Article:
Jim Gilchrist, American Independent (Constitution Party) nominee received 25.1% of the vote. The Republican, State Senator John Campbell, won with 44.7%; the Democrat is second with 28.0%. The Green polled 1.3% and the Libertarian polled .9%.
Gilchrist’s showing is the highest percentage received by a minor party for U.S. House (in a race with both major parties also in the race) since 1994, when A Connecticut Party polled 26.3% in the First District of Connecticut.
On November 1, the 6th circuit heard arguments in Nader v Land, over whether the Michigan Secretary of State should have put Ralph Nader on the ballot as the Reform Party nominee last year. Nader’s attorney, law professor Bruce Afran, based his argument on the US Supreme Court precedents from the 1970’s and 1980’s that protected major party presidential conventions from state election laws. Of course, those precedents only protected the national conventions from being told which delegates to seat. Afran hopes to persuade the 6th circuit that the logic of those cases means that when a national convention makes an undisputed presidential nomination, all states where that party is on the ballot must respect that decision.
In the case of the Michigan Reform Party, one faction of the state party wanted to nominate Nader, but the other faction wanted no presidential nominee. The Michigan Secretary of State refused to decide which set of state party officers were legitimate, and left all of the party’s nominees off the ballot.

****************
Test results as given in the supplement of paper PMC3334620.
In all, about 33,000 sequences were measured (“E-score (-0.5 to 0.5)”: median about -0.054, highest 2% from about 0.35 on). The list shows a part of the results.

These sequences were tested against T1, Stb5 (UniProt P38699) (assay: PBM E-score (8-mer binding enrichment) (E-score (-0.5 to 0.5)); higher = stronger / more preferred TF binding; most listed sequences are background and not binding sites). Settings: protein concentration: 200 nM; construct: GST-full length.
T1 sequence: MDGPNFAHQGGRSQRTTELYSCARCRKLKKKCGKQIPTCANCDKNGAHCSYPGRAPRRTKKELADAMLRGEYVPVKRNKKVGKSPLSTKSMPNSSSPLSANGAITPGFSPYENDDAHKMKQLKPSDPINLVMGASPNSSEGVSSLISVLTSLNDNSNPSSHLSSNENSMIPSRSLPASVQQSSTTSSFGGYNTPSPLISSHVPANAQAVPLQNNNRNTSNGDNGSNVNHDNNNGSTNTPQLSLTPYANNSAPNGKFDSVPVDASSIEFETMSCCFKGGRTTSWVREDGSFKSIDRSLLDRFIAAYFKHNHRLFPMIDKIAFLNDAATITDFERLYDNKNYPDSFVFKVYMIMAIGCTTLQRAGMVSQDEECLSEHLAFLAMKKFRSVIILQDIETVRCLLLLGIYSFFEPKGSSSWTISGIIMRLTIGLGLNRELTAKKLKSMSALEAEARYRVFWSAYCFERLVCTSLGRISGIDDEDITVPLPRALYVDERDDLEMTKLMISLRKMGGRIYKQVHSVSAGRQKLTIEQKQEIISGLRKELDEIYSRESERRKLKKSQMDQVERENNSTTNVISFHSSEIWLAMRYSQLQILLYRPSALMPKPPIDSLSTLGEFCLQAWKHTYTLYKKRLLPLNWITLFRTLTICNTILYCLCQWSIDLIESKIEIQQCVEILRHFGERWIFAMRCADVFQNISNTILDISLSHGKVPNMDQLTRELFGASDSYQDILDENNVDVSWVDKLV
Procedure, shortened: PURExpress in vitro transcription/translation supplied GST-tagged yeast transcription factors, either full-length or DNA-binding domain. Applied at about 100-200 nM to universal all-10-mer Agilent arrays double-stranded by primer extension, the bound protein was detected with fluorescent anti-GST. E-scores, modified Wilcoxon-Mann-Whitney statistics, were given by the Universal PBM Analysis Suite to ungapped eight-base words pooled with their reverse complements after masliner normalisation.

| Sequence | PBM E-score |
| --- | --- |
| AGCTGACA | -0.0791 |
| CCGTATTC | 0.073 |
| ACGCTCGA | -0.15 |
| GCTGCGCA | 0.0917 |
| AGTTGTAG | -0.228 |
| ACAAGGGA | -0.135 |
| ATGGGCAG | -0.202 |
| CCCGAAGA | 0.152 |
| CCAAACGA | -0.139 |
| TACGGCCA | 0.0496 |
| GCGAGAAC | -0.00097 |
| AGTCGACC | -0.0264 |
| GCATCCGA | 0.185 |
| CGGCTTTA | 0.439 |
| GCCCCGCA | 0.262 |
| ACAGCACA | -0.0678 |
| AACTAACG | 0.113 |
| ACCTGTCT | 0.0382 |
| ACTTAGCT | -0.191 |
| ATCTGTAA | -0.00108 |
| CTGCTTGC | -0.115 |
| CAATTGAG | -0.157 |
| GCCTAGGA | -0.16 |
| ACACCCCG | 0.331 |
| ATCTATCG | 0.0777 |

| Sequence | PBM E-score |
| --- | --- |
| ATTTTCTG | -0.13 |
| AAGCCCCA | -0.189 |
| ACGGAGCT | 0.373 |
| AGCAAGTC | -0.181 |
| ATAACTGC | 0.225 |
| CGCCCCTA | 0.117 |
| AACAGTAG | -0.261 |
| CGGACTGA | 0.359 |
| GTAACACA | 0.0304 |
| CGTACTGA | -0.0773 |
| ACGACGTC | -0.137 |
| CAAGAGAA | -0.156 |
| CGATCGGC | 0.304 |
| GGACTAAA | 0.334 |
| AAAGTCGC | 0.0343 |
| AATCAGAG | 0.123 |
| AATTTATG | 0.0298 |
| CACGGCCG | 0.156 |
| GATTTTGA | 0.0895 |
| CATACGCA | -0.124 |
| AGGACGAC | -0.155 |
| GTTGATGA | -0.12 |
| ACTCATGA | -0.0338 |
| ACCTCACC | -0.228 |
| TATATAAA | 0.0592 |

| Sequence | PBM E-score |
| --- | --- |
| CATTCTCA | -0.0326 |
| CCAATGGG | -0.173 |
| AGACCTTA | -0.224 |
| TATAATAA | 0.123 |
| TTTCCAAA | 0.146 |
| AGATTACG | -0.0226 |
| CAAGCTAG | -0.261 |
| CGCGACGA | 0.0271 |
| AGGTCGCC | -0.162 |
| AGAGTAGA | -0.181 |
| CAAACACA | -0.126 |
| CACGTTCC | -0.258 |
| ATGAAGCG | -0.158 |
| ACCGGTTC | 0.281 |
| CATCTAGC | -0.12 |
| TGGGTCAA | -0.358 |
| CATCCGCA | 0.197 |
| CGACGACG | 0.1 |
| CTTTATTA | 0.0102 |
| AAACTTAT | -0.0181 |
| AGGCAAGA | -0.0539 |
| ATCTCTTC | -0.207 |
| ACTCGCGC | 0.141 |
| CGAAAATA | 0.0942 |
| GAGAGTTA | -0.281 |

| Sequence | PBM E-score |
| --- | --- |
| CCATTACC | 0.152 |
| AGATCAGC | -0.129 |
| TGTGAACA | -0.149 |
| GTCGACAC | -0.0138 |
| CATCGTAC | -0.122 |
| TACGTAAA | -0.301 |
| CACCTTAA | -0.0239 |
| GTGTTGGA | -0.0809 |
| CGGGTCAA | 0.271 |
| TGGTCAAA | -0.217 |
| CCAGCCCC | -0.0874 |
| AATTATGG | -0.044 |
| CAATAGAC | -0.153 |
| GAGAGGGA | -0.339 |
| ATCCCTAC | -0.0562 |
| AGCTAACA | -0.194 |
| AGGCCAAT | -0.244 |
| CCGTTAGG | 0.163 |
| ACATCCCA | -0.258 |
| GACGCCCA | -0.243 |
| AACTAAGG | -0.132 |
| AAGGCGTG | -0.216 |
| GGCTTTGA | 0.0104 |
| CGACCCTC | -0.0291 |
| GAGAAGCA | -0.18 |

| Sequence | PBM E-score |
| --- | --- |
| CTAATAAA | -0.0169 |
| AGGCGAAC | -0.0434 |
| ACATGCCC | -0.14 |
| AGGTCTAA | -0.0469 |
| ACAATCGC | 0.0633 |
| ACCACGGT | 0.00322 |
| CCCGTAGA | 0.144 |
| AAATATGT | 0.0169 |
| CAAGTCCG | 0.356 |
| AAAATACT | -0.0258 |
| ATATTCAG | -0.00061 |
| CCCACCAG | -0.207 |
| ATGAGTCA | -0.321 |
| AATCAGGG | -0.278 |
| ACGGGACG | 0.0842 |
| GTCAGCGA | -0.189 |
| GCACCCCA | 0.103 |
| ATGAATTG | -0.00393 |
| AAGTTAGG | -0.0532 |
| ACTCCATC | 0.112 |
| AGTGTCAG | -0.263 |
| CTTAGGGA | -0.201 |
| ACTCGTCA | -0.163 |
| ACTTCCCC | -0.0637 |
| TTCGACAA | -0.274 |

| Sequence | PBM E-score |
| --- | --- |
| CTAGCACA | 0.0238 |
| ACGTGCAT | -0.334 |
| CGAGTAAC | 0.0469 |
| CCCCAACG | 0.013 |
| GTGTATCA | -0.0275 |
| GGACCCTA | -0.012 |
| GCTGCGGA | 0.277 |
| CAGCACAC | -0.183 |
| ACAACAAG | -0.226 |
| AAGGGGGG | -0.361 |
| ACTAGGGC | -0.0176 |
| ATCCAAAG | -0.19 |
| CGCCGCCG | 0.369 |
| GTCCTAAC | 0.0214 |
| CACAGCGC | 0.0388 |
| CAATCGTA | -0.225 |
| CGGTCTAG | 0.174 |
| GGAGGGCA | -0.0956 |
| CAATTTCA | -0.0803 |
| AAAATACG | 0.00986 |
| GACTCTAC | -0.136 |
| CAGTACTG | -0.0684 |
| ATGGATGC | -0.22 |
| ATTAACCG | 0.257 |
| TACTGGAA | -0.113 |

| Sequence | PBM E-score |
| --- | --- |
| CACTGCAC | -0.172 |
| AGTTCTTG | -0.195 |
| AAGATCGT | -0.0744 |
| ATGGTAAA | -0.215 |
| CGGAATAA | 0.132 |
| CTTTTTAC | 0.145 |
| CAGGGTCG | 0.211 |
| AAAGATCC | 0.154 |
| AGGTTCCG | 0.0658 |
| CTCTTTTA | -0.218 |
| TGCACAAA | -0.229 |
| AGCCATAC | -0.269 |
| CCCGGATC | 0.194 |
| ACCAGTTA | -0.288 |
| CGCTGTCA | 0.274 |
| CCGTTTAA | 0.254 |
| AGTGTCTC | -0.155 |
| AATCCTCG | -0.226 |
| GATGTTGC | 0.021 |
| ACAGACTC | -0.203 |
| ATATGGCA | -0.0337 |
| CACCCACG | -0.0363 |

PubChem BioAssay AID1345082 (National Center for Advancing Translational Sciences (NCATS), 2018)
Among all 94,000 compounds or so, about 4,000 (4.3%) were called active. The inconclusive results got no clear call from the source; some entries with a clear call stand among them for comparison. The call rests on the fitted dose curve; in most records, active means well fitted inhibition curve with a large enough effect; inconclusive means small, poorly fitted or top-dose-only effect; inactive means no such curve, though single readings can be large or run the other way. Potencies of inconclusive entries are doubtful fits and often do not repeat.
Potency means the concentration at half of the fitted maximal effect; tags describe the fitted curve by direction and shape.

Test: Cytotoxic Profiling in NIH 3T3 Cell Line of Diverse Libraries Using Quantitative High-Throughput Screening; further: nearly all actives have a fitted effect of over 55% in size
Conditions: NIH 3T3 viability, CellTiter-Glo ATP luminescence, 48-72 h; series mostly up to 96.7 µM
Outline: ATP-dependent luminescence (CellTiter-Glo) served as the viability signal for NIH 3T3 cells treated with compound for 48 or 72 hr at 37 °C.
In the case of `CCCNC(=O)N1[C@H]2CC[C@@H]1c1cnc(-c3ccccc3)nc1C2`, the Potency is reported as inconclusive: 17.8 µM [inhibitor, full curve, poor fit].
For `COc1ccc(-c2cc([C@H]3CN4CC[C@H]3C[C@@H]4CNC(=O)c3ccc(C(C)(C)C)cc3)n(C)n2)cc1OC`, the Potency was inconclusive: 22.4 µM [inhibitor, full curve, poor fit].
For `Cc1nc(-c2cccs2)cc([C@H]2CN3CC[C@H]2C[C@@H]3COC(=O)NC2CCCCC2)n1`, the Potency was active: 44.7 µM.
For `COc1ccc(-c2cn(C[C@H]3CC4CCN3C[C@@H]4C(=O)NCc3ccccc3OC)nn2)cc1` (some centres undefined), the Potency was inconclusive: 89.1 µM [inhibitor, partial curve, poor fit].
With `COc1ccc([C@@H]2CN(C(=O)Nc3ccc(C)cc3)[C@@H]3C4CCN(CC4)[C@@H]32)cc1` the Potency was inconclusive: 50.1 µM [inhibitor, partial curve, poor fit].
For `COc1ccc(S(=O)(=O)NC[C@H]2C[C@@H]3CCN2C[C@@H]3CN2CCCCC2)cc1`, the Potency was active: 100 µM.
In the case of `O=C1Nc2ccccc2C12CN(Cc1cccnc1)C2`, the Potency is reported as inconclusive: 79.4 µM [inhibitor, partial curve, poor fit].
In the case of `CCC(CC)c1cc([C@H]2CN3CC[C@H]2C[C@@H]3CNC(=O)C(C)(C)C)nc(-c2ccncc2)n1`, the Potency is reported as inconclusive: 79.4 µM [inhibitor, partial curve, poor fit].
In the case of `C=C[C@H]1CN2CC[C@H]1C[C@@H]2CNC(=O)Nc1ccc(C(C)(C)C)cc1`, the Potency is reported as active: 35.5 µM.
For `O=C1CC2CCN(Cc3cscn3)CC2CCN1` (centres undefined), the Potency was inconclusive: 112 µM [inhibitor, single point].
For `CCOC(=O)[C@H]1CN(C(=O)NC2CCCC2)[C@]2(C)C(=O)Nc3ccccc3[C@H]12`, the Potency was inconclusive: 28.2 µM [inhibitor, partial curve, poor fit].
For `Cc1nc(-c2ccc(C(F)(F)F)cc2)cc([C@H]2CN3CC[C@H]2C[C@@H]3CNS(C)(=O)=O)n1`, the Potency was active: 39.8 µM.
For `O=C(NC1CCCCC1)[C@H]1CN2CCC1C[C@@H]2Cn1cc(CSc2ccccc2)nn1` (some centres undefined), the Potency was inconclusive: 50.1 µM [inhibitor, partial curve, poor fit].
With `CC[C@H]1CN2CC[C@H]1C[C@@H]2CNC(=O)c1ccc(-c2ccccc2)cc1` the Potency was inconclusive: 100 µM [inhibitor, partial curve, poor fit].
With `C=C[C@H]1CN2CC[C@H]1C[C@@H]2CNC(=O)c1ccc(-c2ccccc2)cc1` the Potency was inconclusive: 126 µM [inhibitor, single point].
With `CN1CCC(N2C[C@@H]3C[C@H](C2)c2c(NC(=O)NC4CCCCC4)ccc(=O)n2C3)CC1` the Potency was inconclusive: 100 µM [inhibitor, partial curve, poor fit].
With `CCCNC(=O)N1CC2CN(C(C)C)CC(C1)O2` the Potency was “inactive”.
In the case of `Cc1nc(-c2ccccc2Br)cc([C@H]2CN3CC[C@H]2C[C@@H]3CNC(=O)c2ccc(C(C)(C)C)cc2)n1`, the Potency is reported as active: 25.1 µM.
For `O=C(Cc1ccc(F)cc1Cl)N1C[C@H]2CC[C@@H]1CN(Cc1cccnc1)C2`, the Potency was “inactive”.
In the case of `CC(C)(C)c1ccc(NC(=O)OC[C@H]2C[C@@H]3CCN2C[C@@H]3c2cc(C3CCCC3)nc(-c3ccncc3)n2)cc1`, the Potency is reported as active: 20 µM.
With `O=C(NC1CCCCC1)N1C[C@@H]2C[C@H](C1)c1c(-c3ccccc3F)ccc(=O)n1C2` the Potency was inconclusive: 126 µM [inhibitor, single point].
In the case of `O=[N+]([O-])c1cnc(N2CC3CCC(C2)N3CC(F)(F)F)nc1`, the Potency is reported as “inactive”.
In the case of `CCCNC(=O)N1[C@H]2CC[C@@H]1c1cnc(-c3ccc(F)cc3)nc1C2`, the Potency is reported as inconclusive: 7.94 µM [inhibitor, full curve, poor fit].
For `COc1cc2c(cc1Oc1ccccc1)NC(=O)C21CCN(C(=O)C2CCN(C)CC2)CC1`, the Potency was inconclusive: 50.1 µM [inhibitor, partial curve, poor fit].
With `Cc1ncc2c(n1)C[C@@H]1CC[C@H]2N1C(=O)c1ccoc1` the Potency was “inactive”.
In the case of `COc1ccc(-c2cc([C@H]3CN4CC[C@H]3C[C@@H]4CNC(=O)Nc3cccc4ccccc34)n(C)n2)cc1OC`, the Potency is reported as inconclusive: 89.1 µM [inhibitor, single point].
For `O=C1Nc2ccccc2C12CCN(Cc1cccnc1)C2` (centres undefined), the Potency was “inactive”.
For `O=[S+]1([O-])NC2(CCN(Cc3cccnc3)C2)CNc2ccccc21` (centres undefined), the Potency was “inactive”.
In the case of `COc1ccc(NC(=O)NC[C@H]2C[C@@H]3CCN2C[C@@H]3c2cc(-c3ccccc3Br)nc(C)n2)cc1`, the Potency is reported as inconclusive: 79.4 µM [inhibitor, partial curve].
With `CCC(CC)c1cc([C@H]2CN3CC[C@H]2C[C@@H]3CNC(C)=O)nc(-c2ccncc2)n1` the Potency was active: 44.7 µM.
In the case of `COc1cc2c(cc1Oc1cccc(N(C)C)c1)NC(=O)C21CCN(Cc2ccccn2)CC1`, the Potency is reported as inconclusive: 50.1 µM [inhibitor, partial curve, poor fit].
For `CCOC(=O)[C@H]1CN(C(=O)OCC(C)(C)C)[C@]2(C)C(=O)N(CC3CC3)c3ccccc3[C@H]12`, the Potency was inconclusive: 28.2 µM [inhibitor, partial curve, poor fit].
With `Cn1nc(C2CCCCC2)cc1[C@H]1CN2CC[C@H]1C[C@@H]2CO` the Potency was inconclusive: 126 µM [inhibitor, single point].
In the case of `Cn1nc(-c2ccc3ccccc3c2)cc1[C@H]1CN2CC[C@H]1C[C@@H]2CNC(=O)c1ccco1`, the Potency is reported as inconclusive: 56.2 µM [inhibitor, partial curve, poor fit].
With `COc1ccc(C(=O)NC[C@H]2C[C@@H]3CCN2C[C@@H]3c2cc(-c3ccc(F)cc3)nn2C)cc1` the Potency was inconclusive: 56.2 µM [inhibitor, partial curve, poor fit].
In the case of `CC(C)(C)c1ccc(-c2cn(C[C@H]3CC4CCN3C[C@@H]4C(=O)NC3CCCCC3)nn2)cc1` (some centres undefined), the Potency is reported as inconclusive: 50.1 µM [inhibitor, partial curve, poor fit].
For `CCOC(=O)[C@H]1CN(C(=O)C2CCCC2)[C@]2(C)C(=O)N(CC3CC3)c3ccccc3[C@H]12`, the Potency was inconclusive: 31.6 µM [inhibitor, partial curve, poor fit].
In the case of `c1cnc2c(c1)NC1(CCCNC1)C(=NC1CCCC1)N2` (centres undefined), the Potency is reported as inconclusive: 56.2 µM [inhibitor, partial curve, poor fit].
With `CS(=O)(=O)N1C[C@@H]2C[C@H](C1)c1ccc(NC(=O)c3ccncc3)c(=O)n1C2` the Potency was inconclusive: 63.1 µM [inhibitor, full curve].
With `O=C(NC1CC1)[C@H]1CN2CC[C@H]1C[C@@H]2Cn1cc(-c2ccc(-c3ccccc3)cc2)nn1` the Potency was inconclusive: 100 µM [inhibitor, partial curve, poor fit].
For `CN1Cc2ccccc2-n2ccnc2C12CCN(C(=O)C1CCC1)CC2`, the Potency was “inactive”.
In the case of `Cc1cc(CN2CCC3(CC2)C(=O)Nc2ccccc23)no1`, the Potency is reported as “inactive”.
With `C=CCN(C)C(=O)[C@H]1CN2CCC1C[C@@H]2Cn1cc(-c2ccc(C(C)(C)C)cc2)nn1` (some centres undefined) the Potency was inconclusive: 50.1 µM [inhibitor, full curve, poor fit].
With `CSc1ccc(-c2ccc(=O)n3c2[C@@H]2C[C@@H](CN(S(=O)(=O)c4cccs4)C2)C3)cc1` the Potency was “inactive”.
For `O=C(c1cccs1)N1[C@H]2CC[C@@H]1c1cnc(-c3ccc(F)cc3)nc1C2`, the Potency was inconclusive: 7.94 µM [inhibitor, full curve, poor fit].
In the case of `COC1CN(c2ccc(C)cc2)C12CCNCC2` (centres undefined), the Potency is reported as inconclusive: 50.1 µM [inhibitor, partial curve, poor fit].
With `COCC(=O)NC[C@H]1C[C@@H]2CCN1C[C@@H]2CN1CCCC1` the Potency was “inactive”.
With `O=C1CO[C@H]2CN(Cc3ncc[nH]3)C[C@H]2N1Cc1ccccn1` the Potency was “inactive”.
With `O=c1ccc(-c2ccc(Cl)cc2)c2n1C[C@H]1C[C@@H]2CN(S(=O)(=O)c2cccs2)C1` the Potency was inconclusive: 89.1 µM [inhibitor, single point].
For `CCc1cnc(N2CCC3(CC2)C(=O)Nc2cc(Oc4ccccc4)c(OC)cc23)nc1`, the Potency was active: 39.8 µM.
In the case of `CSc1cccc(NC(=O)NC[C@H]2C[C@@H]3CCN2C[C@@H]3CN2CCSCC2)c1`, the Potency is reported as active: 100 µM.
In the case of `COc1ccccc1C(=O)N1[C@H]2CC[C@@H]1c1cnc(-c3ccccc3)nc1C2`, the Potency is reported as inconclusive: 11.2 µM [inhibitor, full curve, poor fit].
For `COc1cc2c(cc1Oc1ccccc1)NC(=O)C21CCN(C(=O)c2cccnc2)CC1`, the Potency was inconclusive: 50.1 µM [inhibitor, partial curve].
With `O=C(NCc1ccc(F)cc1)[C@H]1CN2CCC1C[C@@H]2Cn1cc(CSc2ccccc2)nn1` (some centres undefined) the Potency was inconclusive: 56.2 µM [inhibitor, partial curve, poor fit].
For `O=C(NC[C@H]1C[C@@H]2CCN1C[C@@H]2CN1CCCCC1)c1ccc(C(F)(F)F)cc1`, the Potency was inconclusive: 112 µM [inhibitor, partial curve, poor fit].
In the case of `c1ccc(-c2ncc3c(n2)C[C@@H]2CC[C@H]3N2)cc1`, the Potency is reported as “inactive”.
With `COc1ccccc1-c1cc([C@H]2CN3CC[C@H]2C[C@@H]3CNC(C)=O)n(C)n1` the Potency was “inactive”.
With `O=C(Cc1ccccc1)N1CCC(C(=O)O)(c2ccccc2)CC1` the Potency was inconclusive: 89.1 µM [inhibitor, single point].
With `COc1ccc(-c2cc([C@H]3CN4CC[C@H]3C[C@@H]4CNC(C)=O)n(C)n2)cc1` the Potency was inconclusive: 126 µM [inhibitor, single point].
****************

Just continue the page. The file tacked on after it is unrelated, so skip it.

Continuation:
Michigan argued that the case is moot, and that in any event Nader lacks standing to complain about the Reform Party nomination, since he got on the ballot as an independent last year anyway.
The Libertarian Party’s ballot access lawsuit in Oklahoma was to have had a pretrial conference on November 30, 2005, but at the request of the state, it has been delayed again, until March 22, 2006. It is conceivable that the State Board of Elections will be asking the legislature to ease the law early next year, thus making the lawsuit moot. However, this is just speculation.
Oklahoma was the only state in the union in 2004 in which it was impossible for voters to vote for anyone for president except Bush and Kerry. One must go all the way back to 1972 to find a similar instance when it was impossible for anyone to vote for president, except to vote for the Democratic or Republican nominee.
Effective November 15, 2005, Kentucky started tallying people who register as members of certain minor parties. Kentucky has always let people register in any group, since the voter registration form asking “party membership” has a blank line. But in the past, people who registered anything other than Republican or Democratic were coded as “other”. Now, a separate tally will be kept for “Independent status”, “Libertarian”, “Green”, “Constitution”, “Reform”, and “Socialist Workers”.
The new system only applies to voter registration forms filled out on or after November 15, 2005. So anyone who is already registered as a member of a minor party, and who wishes to be coded correctly, must re-register. It is likely that the number of registrants in each of these minor parties will be extremely small for some time to come.
The Massachusetts initiative to legalize fusion, and also to make it easier for a party to remain on the ballot, has enough valid signatures. Also, a bill to legalize fusion (House Bill 90) will be heard in a legislative committee on January 17, 2006.
Thank you, Ron Gunzberger and www.politics1.com, for naming Ballot Access News “site of the day” for December 5, 2005.